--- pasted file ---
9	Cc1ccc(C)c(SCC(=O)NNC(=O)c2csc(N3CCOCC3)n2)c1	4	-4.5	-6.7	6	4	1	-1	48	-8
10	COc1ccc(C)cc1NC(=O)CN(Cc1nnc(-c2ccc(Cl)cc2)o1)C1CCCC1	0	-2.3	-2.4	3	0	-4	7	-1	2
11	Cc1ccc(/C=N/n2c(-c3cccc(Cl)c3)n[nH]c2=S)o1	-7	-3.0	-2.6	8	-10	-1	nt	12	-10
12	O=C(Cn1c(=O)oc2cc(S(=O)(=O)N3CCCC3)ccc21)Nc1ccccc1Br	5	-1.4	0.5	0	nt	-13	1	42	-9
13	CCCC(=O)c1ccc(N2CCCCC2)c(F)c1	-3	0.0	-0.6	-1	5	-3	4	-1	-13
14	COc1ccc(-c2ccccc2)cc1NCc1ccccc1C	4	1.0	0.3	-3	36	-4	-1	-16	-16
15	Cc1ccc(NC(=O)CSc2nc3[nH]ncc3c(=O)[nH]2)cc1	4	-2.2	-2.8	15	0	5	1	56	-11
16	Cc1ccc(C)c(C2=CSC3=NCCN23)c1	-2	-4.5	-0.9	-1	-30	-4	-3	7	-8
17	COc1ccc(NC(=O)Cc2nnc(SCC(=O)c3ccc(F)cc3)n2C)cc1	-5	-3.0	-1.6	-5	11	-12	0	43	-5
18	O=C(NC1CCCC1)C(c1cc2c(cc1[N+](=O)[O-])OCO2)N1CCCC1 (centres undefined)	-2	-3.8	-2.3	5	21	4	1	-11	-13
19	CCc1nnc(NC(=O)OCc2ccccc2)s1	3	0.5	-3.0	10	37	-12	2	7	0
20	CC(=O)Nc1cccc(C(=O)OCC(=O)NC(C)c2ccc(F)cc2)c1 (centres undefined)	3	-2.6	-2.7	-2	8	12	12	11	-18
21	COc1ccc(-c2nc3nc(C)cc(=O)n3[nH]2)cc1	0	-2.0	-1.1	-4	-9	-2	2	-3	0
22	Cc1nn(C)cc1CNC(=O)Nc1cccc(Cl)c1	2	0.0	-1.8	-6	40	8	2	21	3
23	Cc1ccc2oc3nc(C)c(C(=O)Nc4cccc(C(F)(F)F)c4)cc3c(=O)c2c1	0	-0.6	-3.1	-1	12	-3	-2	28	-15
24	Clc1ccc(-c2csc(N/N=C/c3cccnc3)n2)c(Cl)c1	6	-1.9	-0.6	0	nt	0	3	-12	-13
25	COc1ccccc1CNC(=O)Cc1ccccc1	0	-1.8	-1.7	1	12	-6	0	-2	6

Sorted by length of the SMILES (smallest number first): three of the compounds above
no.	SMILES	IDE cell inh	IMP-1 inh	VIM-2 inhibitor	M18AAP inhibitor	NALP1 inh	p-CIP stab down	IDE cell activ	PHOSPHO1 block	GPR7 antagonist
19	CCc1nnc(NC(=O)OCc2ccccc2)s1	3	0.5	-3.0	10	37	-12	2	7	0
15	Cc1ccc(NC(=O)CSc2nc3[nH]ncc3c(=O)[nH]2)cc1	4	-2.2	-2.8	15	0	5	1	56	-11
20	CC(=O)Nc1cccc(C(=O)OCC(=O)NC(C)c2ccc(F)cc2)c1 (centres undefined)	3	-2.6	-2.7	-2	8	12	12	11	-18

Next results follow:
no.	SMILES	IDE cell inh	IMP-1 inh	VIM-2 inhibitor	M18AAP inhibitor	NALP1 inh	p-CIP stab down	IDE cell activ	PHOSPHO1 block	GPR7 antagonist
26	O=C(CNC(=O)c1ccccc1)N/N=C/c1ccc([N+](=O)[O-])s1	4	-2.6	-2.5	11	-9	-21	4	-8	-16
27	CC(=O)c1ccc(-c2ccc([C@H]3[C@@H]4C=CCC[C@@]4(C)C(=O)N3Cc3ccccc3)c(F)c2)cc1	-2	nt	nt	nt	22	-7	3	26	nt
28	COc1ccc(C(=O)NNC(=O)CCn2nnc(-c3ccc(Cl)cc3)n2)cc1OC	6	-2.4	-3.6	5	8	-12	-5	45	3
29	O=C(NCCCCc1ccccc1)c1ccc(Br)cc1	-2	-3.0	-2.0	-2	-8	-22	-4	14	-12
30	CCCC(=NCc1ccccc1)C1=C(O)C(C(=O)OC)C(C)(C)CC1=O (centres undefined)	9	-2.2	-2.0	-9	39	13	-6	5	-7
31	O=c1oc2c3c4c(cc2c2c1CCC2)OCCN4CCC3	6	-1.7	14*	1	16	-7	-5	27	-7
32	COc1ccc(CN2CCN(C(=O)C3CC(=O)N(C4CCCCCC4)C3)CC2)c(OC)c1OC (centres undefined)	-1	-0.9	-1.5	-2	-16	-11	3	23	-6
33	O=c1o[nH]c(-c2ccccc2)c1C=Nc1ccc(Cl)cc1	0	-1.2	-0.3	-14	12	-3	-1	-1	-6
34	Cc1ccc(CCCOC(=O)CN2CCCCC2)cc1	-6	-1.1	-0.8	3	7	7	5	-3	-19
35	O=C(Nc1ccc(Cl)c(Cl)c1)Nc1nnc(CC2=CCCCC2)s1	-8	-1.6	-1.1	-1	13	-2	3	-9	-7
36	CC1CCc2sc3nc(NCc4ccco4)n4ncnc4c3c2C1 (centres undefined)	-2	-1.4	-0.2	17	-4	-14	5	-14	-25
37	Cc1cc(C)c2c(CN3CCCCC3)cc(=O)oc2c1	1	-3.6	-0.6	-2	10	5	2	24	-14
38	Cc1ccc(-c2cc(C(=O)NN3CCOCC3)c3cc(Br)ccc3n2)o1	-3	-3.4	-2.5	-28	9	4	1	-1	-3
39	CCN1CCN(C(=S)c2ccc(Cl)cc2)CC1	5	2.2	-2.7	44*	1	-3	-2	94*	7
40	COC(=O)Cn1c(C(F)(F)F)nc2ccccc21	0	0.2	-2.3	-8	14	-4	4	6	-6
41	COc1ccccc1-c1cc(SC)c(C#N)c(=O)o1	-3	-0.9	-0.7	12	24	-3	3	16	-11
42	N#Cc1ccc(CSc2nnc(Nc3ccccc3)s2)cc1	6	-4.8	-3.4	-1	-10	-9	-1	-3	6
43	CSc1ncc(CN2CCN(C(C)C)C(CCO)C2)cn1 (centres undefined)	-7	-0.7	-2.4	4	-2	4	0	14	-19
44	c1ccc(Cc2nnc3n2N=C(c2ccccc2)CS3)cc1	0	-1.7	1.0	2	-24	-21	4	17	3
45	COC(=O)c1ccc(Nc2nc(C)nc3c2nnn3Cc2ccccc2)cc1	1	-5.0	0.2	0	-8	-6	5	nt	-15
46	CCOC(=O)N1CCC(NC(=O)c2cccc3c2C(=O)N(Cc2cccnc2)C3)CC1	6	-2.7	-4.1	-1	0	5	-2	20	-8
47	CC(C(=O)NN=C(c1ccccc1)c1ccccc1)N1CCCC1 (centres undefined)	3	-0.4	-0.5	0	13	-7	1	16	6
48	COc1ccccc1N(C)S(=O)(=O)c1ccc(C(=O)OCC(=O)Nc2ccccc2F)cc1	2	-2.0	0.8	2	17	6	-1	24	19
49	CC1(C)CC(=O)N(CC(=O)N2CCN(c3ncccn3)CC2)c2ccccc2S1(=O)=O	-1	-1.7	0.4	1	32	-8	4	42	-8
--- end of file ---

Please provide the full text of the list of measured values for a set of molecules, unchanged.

9	Cc1ccc(C)c(SCC(=O)NNC(=O)c2csc(N3CCOCC3)n2)c1	4	-4.5	-6.7	6	4	1	-1	48	-8
10	COc1ccc(C)cc1NC(=O)CN(Cc1nnc(-c2ccc(Cl)cc2)o1)C1CCCC1	0	-2.3	-2.4	3	0	-4	7	-1	2
11	Cc1ccc(/C=N/n2c(-c3cccc(Cl)c3)n[nH]c2=S)o1	-7	-3.0	-2.6	8	-10	-1	nt	12	-10
12	O=C(Cn1c(=O)oc2cc(S(=O)(=O)N3CCCC3)ccc21)Nc1ccccc1Br	5	-1.4	0.5	0	nt	-13	1	42	-9
13	CCCC(=O)c1ccc(N2CCCCC2)c(F)c1	-3	0.0	-0.6	-1	5	-3	4	-1	-13
14	COc1ccc(-c2ccccc2)cc1NCc1ccccc1C	4	1.0	0.3	-3	36	-4	-1	-16	-16
15	Cc1ccc(NC(=O)CSc2nc3[nH]ncc3c(=O)[nH]2)cc1	4	-2.2	-2.8	15	0	5	1	56	-11
16	Cc1ccc(C)c(C2=CSC3=NCCN23)c1	-2	-4.5	-0.9	-1	-30	-4	-3	7	-8
17	COc1ccc(NC(=O)Cc2nnc(SCC(=O)c3ccc(F)cc3)n2C)cc1	-5	-3.0	-1.6	-5	11	-12	0	43	-5
18	O=C(NC1CCCC1)C(c1cc2c(cc1[N+](=O)[O-])OCO2)N1CCCC1 (centres undefined)	-2	-3.8	-2.3	5	21	4	1	-11	-13
19	CCc1nnc(NC(=O)OCc2ccccc2)s1	3	0.5	-3.0	10	37	-12	2	7	0
20	CC(=O)Nc1cccc(C(=O)OCC(=O)NC(C)c2ccc(F)cc2)c1 (centres undefined)	3	-2.6	-2.7	-2	8	12	12	11	-18
21	COc1ccc(-c2nc3nc(C)cc(=O)n3[nH]2)cc1	0	-2.0	-1.1	-4	-9	-2	2	-3	0
22	Cc1nn(C)cc1CNC(=O)Nc1cccc(Cl)c1	2	0.0	-1.8	-6	40	8	2	21	3
23	Cc1ccc2oc3nc(C)c(C(=O)Nc4cccc(C(F)(F)F)c4)cc3c(=O)c2c1	0	-0.6	-3.1	-1	12	-3	-2	28	-15
24	Clc1ccc(-c2csc(N/N=C/c3cccnc3)n2)c(Cl)c1	6	-1.9	-0.6	0	nt	0	3	-12	-13
25	COc1ccccc1CNC(=O)Cc1ccccc1	0	-1.8	-1.7	1	12	-6	0	-2	6

Sorted by length of the SMILES (smallest number first): three of the compounds above
no.	SMILES	IDE cell inh	IMP-1 inh	VIM-2 inhibitor	M18AAP inhibitor	NALP1 inh	p-CIP stab down	IDE cell activ	PHOSPHO1 block	GPR7 antagonist
19	CCc1nnc(NC(=O)OCc2ccccc2)s1	3	0.5	-3.0	10	37	-12	2	7	0
15	Cc1ccc(NC(=O)CSc2nc3[nH]ncc3c(=O)[nH]2)cc1	4	-2.2	-2.8	15	0	5	1	56	-11
20	CC(=O)Nc1cccc(C(=O)OCC(=O)NC(C)c2ccc(F)cc2)c1 (centres undefined)	3	-2.6	-2.7	-2	8	12	12	11	-18

Next results follow:
no.	SMILES	IDE cell inh	IMP-1 inh	VIM-2 inhibitor	M18AAP inhibitor	NALP1 inh	p-CIP stab down	IDE cell activ	PHOSPHO1 block	GPR7 antagonist
26	O=C(CNC(=O)c1ccccc1)N/N=C/c1ccc([N+](=O)[O-])s1	4	-2.6	-2.5	11	-9	-21	4	-8	-16
27	CC(=O)c1ccc(-c2ccc([C@H]3[C@@H]4C=CCC[C@@]4(C)C(=O)N3Cc3ccccc3)c(F)c2)cc1	-2	nt	nt	nt	22	-7	3	26	nt
28	COc1ccc(C(=O)NNC(=O)CCn2nnc(-c3ccc(Cl)cc3)n2)cc1OC	6	-2.4	-3.6	5	8	-12	-5	45	3
29	O=C(NCCCCc1ccccc1)c1ccc(Br)cc1	-2	-3.0	-2.0	-2	-8	-22	-4	14	-12
30	CCCC(=NCc1ccccc1)C1=C(O)C(C(=O)OC)C(C)(C)CC1=O (centres undefined)	9	-2.2	-2.0	-9	39	13	-6	5	-7
31	O=c1oc2c3c4c(cc2c2c1CCC2)OCCN4CCC3	6	-1.7	14*	1	16	-7	-5	27	-7
32	COc1ccc(CN2CCN(C(=O)C3CC(=O)N(C4CCCCCC4)C3)CC2)c(OC)c1OC (centres undefined)	-1	-0.9	-1.5	-2	-16	-11	3	23	-6
33	O=c1o[nH]c(-c2ccccc2)c1C=Nc1ccc(Cl)cc1	0	-1.2	-0.3	-14	12	-3	-1	-1	-6
34	Cc1ccc(CCCOC(=O)CN2CCCCC2)cc1	-6	-1.1	-0.8	3	7	7	5	-3	-19
35	O=C(Nc1ccc(Cl)c(Cl)c1)Nc1nnc(CC2=CCCCC2)s1	-8	-1.6	-1.1	-1	13	-2	3	-9	-7
36	CC1CCc2sc3nc(NCc4ccco4)n4ncnc4c3c2C1 (centres undefined)	-2	-1.4	-0.2	17	-4	-14	5	-14	-25
37	Cc1cc(C)c2c(CN3CCCCC3)cc(=O)oc2c1	1	-3.6	-0.6	-2	10	5	2	24	-14
38	Cc1ccc(-c2cc(C(=O)NN3CCOCC3)c3cc(Br)ccc3n2)o1	-3	-3.4	-2.5	-28	9	4	1	-1	-3
39	CCN1CCN(C(=S)c2ccc(Cl)cc2)CC1	5	2.2	-2.7	44*	1	-3	-2	94*	7
40	COC(=O)Cn1c(C(F)(F)F)nc2ccccc21	0	0.2	-2.3	-8	14	-4	4	6	-6
41	COc1ccccc1-c1cc(SC)c(C#N)c(=O)o1	-3	-0.9	-0.7	12	24	-3	3	16	-11
42	N#Cc1ccc(CSc2nnc(Nc3ccccc3)s2)cc1	6	-4.8	-3.4	-1	-10	-9	-1	-3	6
43	CSc1ncc(CN2CCN(C(C)C)C(CCO)C2)cn1 (centres undefined)	-7	-0.7	-2.4	4	-2	4	0	14	-19
44	c1ccc(Cc2nnc3n2N=C(c2ccccc2)CS3)cc1	0	-1.7	1.0	2	-24	-21	4	17	3
45	COC(=O)c1ccc(Nc2nc(C)nc3c2nnn3Cc2ccccc2)cc1	1	-5.0	0.2	0	-8	-6	5	nt	-15
46	CCOC(=O)N1CCC(NC(=O)c2cccc3c2C(=O)N(Cc2cccnc2)C3)CC1	6	-2.7	-4.1	-1	0	5	-2	20	-8
47	CC(C(=O)NN=C(c1ccccc1)c1ccccc1)N1CCCC1 (centres undefined)	3	-0.4	-0.5	0	13	-7	1	16	6
48	COc1ccccc1N(C)S(=O)(=O)c1ccc(C(=O)OCC(=O)Nc2ccccc2F)cc1	2	-2.0	0.8	2	17	6	-1	24	19
49	CC1(C)CC(=O)N(CC(=O)N2CCN(c3ncccn3)CC2)c2ccccc2S1(=O)=O	-1	-1.7	0.4	1	32	-8	4	42	-8